08 Jun 2020 (Last Modified 06 Jun 2020)
A p-value quantifies the chance that the population parameters is at least as big as the sample statistic. A p-value is often used as a proxy for how likely the results of a biomedical experiment could have risen by chance. Comparing these two sentences reveals the divide between the intended and actual uses of p-values.
P-values are misused, by those failing to appreciate the difference between quantifying the significance of an association (essentially the fraction of area under a probability density function) and quantifying the magnitude of the association. The confidence interval quantifies the precision of the estimates of the magnitude of association.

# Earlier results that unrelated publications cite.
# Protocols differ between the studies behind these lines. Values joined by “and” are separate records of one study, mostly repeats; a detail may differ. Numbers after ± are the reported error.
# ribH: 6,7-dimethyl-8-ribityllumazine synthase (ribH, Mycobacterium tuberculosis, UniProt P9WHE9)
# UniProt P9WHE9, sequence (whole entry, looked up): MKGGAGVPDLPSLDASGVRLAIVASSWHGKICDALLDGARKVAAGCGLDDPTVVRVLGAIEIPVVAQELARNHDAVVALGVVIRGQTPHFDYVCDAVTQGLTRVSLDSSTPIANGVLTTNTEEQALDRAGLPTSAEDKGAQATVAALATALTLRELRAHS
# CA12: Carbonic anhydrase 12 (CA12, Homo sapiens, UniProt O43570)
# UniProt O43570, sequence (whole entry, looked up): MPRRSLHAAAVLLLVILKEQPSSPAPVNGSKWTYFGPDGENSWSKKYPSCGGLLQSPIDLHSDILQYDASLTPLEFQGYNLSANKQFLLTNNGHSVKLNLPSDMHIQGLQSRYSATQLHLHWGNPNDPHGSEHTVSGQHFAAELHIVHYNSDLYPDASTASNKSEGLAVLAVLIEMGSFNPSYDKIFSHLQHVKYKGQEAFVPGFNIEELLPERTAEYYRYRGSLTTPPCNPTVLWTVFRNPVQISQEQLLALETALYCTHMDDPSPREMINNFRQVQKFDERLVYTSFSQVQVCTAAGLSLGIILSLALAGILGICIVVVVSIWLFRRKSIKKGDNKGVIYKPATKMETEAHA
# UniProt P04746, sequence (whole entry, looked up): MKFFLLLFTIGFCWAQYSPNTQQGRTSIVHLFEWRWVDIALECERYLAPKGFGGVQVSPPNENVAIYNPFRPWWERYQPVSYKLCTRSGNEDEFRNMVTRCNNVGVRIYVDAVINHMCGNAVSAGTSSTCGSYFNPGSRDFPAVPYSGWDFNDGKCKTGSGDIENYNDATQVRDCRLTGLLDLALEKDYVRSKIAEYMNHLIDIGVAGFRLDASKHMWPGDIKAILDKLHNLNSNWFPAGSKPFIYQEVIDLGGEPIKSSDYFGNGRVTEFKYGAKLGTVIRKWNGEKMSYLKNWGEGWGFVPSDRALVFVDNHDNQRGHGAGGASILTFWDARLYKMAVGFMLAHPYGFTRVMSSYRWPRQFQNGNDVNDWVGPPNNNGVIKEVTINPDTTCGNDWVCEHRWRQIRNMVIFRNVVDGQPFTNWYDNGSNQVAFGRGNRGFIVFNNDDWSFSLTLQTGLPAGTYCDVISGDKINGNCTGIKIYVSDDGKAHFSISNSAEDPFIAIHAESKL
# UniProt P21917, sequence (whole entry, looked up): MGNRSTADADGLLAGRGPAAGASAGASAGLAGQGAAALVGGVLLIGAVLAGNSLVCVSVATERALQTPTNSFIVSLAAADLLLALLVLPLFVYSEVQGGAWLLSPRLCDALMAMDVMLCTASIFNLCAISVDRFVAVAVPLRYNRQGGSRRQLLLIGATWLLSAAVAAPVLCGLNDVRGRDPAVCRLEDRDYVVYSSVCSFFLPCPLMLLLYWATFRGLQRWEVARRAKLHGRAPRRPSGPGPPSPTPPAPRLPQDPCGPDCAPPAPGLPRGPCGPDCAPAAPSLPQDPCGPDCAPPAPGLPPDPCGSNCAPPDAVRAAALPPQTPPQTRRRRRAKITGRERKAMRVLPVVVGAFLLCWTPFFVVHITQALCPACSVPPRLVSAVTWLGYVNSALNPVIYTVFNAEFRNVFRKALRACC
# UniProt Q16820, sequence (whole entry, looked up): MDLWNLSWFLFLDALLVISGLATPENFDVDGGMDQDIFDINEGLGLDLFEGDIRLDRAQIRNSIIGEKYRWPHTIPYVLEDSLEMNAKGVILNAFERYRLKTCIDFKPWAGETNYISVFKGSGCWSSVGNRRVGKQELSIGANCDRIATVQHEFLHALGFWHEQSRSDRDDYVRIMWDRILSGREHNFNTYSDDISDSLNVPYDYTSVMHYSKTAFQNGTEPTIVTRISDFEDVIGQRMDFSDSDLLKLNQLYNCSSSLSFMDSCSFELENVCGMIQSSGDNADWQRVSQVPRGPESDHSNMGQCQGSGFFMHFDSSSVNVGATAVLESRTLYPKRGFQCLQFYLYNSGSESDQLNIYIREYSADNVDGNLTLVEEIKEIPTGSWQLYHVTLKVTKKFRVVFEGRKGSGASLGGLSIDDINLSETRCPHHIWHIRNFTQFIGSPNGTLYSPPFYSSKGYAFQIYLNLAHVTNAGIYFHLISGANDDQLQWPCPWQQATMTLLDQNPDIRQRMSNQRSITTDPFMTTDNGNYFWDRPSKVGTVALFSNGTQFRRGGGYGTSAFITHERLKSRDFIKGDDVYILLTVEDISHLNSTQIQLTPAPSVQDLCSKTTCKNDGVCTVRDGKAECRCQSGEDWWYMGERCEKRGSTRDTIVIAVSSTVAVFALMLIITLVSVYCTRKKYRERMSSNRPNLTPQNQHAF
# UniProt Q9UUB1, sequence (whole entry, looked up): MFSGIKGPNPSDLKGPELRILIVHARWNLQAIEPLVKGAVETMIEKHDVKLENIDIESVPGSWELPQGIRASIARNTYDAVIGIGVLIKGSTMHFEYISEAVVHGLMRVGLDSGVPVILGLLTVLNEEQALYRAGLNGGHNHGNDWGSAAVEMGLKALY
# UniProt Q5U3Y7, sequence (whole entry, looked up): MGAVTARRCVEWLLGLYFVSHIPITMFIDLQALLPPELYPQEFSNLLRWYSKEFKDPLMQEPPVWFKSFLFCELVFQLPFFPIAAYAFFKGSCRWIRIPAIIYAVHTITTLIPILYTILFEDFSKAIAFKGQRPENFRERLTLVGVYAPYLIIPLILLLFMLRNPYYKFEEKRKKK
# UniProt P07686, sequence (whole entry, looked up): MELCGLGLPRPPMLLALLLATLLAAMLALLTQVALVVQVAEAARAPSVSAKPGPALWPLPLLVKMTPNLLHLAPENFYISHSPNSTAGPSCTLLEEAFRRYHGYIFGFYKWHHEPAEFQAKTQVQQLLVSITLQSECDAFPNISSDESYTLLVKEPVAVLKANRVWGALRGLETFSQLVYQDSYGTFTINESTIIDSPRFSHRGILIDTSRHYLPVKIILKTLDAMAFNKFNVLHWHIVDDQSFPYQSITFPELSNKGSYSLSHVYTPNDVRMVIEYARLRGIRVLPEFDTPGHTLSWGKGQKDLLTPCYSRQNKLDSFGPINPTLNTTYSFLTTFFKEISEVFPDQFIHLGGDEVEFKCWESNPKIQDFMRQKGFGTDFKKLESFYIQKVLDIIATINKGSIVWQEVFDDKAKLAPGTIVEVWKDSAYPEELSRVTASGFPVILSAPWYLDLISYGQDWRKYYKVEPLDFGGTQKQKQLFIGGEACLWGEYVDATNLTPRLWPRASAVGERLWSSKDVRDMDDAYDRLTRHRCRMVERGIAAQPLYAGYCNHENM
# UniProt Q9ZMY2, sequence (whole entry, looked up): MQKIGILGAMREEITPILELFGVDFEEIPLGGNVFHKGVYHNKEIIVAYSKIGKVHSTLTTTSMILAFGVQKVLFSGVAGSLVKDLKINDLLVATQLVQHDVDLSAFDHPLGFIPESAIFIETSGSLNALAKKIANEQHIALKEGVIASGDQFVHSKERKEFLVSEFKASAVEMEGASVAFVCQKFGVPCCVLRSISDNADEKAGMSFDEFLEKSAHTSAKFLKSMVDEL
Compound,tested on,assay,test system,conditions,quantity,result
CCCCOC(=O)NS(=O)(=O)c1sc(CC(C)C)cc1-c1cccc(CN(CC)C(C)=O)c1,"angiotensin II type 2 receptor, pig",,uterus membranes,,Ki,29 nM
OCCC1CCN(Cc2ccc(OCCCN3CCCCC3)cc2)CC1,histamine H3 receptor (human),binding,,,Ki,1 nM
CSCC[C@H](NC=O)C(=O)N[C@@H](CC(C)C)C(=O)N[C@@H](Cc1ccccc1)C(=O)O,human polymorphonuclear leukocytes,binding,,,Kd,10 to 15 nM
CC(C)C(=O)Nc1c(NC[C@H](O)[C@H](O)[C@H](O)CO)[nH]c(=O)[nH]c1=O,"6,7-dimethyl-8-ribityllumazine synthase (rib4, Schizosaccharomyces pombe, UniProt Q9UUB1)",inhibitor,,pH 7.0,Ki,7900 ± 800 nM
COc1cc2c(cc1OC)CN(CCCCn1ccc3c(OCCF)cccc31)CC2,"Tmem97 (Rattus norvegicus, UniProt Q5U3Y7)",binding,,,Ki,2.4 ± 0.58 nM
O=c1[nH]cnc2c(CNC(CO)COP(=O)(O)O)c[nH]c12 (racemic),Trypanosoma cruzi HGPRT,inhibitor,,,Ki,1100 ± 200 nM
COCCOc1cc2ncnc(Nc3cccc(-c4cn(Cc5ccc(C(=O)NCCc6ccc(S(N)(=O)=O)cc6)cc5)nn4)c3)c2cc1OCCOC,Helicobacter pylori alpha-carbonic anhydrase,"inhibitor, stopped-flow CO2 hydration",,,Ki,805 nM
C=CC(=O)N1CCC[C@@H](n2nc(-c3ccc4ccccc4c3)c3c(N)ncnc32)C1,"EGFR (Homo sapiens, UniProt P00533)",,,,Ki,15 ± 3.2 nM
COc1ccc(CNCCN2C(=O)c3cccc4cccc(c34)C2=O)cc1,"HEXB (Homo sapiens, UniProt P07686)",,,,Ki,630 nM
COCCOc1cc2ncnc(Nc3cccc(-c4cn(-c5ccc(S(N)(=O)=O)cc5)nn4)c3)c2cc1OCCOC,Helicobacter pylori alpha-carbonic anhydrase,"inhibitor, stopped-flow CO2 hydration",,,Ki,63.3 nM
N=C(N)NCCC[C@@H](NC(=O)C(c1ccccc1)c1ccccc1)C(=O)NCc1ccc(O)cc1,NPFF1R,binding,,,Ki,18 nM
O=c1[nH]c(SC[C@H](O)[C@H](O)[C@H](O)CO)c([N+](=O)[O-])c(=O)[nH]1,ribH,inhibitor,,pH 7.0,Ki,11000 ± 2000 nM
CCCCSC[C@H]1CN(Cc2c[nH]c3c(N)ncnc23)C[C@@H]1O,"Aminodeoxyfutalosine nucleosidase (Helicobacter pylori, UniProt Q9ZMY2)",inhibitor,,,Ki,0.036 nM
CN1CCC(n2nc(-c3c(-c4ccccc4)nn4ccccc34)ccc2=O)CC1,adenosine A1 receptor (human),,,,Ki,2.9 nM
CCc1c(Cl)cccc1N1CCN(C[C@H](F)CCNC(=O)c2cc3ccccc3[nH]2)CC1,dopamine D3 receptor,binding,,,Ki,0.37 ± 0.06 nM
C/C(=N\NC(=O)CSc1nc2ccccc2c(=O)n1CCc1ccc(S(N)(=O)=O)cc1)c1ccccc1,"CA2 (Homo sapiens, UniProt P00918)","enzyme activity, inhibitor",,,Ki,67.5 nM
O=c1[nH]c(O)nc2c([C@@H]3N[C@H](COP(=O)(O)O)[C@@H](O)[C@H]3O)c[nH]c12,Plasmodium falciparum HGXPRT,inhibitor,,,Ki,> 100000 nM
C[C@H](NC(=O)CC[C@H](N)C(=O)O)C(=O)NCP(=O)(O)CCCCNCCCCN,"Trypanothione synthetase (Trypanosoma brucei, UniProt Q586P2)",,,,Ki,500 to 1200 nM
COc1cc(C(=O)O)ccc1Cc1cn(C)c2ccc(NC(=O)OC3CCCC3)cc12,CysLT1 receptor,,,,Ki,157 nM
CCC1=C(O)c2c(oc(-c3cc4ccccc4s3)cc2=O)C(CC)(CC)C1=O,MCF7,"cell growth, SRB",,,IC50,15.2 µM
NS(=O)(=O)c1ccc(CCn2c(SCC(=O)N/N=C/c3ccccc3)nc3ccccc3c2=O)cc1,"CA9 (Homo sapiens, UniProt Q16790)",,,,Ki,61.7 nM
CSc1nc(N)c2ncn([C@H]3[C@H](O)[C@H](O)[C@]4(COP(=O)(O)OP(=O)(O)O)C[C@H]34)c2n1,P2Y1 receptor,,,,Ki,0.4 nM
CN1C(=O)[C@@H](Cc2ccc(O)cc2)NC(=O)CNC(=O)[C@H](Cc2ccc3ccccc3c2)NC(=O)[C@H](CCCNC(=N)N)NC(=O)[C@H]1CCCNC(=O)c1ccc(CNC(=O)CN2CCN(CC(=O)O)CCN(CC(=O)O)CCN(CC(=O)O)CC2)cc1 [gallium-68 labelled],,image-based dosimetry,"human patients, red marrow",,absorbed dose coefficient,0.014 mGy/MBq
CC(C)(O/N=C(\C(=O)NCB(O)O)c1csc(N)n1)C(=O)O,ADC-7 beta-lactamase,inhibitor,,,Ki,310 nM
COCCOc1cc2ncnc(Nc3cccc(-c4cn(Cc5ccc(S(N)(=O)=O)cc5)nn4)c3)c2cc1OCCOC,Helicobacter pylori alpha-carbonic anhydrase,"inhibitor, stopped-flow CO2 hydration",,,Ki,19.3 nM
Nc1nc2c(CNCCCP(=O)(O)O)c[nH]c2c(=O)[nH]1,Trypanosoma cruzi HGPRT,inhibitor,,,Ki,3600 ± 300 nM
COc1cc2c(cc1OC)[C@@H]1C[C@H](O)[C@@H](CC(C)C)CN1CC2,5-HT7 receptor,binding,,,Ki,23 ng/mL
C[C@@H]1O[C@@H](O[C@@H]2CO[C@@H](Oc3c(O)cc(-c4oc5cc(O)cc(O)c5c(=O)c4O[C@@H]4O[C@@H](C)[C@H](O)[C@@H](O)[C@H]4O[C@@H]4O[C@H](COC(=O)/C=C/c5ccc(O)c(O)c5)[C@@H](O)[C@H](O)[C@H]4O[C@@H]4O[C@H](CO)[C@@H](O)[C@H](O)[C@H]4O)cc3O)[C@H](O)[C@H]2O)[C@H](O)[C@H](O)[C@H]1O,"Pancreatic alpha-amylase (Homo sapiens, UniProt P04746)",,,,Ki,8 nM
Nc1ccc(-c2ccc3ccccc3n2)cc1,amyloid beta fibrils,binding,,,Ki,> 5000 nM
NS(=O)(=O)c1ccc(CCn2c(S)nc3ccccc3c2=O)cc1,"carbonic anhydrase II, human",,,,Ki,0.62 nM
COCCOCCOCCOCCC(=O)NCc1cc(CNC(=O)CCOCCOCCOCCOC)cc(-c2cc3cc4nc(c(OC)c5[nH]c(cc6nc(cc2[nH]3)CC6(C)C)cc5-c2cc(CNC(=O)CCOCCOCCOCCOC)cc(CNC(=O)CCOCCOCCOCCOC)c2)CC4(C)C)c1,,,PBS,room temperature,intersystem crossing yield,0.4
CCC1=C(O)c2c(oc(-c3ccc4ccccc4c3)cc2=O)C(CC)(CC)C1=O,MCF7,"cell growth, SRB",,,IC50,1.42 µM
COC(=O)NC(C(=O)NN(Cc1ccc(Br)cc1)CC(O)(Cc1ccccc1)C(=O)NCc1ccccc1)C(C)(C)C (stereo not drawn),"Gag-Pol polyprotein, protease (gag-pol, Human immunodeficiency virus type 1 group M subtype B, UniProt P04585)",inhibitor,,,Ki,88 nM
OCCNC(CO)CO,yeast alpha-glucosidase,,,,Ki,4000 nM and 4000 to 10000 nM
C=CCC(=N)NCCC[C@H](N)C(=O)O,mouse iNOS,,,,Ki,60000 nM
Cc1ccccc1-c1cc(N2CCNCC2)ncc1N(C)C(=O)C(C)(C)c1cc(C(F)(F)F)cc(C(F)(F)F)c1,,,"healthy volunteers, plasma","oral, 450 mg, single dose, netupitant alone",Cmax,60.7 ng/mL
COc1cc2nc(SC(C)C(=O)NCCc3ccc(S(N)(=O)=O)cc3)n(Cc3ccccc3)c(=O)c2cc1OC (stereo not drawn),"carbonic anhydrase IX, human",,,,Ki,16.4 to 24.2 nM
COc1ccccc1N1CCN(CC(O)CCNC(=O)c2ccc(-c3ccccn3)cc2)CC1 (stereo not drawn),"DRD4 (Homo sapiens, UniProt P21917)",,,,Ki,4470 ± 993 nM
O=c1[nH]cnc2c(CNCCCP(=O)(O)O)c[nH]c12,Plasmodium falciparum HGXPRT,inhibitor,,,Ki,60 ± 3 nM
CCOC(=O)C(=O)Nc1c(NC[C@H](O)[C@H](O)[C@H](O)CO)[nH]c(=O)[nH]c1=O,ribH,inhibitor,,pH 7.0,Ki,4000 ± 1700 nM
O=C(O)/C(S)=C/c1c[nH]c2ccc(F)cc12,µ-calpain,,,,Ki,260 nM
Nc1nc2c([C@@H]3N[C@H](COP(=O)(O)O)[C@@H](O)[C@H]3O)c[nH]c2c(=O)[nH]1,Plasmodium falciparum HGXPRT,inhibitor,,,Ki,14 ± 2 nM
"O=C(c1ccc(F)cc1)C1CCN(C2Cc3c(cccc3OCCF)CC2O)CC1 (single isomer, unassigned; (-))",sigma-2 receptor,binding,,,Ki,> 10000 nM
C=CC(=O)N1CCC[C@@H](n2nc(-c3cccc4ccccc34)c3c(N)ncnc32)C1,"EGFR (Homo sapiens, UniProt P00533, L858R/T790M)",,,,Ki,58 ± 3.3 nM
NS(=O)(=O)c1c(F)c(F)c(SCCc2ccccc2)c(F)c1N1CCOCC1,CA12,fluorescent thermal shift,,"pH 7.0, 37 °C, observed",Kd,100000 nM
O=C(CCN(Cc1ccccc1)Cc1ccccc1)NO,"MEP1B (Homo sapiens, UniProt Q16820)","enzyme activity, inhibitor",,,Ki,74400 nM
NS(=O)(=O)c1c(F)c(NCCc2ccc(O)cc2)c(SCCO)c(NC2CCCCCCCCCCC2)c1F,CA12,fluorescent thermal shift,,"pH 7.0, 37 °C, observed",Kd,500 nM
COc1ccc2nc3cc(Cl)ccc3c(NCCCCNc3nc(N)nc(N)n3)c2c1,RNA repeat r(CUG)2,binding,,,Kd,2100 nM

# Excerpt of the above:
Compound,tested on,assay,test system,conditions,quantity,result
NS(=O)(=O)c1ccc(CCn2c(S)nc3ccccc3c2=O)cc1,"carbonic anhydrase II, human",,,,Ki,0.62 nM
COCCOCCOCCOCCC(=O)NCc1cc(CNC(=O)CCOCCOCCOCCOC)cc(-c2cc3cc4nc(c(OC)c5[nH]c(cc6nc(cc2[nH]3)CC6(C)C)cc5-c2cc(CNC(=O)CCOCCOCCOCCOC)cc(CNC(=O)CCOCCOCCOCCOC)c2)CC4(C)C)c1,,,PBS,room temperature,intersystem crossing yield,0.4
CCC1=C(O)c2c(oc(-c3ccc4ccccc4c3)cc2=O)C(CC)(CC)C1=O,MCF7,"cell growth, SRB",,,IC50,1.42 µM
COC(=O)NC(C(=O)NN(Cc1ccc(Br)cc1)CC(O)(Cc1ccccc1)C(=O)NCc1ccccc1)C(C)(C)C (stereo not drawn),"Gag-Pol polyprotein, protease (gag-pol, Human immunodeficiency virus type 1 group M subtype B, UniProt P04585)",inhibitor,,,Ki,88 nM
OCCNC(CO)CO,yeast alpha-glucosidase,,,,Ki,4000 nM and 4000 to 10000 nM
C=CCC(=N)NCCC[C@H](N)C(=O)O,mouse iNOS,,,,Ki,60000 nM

A blind application of p-values without consideration of experimental design may lead to false positives (because of failing to correct for multiple simultaneous comparisons) or failure to consider that p-values fall with increasing n, but this reflects a mathematical relationship rather than a more precise estimate of something (recall the above distinction between p-values and confidence intervals).